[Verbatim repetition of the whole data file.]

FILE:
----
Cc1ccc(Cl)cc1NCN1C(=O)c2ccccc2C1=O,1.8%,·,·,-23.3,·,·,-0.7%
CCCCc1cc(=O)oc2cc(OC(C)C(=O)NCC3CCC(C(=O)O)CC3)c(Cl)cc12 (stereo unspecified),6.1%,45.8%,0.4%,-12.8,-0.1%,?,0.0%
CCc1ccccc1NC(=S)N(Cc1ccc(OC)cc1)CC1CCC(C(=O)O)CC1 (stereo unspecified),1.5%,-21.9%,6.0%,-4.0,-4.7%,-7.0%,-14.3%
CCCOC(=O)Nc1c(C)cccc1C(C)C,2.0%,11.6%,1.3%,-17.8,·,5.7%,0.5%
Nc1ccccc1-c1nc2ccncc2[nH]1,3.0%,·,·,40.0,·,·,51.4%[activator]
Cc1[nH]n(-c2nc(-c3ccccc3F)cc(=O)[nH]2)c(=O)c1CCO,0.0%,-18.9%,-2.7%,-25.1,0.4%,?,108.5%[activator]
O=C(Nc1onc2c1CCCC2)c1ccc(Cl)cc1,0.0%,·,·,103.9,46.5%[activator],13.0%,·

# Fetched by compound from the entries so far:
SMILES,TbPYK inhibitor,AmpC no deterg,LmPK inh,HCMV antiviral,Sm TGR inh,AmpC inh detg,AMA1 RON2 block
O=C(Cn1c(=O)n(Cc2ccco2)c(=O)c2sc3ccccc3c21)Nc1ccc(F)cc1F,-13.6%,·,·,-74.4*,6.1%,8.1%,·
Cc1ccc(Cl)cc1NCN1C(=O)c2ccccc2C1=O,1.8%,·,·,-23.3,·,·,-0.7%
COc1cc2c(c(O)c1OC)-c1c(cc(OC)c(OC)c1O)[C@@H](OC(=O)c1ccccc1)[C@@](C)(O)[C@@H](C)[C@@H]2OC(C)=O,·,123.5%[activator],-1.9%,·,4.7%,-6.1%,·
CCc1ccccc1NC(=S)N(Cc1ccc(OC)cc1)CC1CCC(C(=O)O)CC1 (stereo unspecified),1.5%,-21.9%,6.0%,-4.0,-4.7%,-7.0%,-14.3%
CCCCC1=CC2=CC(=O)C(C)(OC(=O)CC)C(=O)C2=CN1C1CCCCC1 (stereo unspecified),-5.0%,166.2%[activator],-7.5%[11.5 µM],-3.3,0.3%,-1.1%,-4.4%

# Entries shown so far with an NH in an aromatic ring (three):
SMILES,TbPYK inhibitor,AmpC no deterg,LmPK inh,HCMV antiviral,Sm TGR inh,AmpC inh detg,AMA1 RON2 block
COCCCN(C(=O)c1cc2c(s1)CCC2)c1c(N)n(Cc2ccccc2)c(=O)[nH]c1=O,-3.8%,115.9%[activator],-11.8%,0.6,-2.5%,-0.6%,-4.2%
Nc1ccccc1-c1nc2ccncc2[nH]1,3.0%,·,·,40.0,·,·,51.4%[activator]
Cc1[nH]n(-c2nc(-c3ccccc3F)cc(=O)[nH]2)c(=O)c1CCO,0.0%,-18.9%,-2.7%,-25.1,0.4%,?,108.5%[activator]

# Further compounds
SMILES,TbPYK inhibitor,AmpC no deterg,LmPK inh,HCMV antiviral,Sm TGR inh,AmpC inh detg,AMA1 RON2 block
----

Cc1ccc(Cl)cc1NCN1C(=O)c2ccccc2C1=O,1.8%,·,·,-23.3,·,·,-0.7%
CCCCc1cc(=O)oc2cc(OC(C)C(=O)NCC3CCC(C(=O)O)CC3)c(Cl)cc12 (stereo unspecified),6.1%,45.8%,0.4%,-12.8,-0.1%,?,0.0%
CCc1ccccc1NC(=S)N(Cc1ccc(OC)cc1)CC1CCC(C(=O)O)CC1 (stereo unspecified),1.5%,-21.9%,6.0%,-4.0,-4.7%,-7.0%,-14.3%
CCCOC(=O)Nc1c(C)cccc1C(C)C,2.0%,11.6%,1.3%,-17.8,·,5.7%,0.5%
Nc1ccccc1-c1nc2ccncc2[nH]1,3.0%,·,·,40.0,·,·,51.4%[activator]
Cc1[nH]n(-c2nc(-c3ccccc3F)cc(=O)[nH]2)c(=O)c1CCO,0.0%,-18.9%,-2.7%,-25.1,0.4%,?,108.5%[activator]
O=C(Nc1onc2c1CCCC2)c1ccc(Cl)cc1,0.0%,·,·,103.9,46.5%[activator],13.0%,·

# Fetched by compound from the entries so far:
SMILES,TbPYK inhibitor,AmpC no deterg,LmPK inh,HCMV antiviral,Sm TGR inh,AmpC inh detg,AMA1 RON2 block
O=C(Cn1c(=O)n(Cc2ccco2)c(=O)c2sc3ccccc3c21)Nc1ccc(F)cc1F,-13.6%,·,·,-74.4*,6.1%,8.1%,·
Cc1ccc(Cl)cc1NCN1C(=O)c2ccccc2C1=O,1.8%,·,·,-23.3,·,·,-0.7%
COc1cc2c(c(O)c1OC)-c1c(cc(OC)c(OC)c1O)[C@@H](OC(=O)c1ccccc1)[C@@](C)(O)[C@@H](C)[C@@H]2OC(C)=O,·,123.5%[activator],-1.9%,·,4.7%,-6.1%,·
CCc1ccccc1NC(=S)N(Cc1ccc(OC)cc1)CC1CCC(C(=O)O)CC1 (stereo unspecified),1.5%,-21.9%,6.0%,-4.0,-4.7%,-7.0%,-14.3%
CCCCC1=CC2=CC(=O)C(C)(OC(=O)CC)C(=O)C2=CN1C1CCCCC1 (stereo unspecified),-5.0%,166.2%[activator],-7.5%[11.5 µM],-3.3,0.3%,-1.1%,-4.4%

# Entries shown so far with an NH in an aromatic ring (three):
SMILES,TbPYK inhibitor,AmpC no deterg,LmPK inh,HCMV antiviral,Sm TGR inh,AmpC inh detg,AMA1 RON2 block
COCCCN(C(=O)c1cc2c(s1)CCC2)c1c(N)n(Cc2ccccc2)c(=O)[nH]c1=O,-3.8%,115.9%[activator],-11.8%,0.6,-2.5%,-0.6%,-4.2%
Nc1ccccc1-c1nc2ccncc2[nH]1,3.0%,·,·,40.0,·,·,51.4%[activator]
Cc1[nH]n(-c2nc(-c3ccccc3F)cc(=O)[nH]2)c(=O)c1CCO,0.0%,-18.9%,-2.7%,-25.1,0.4%,?,108.5%[activator]

# Further compounds
SMILES,TbPYK inhibitor,AmpC no deterg,LmPK inh,HCMV antiviral,Sm TGR inh,AmpC inh detg,AMA1 RON2 block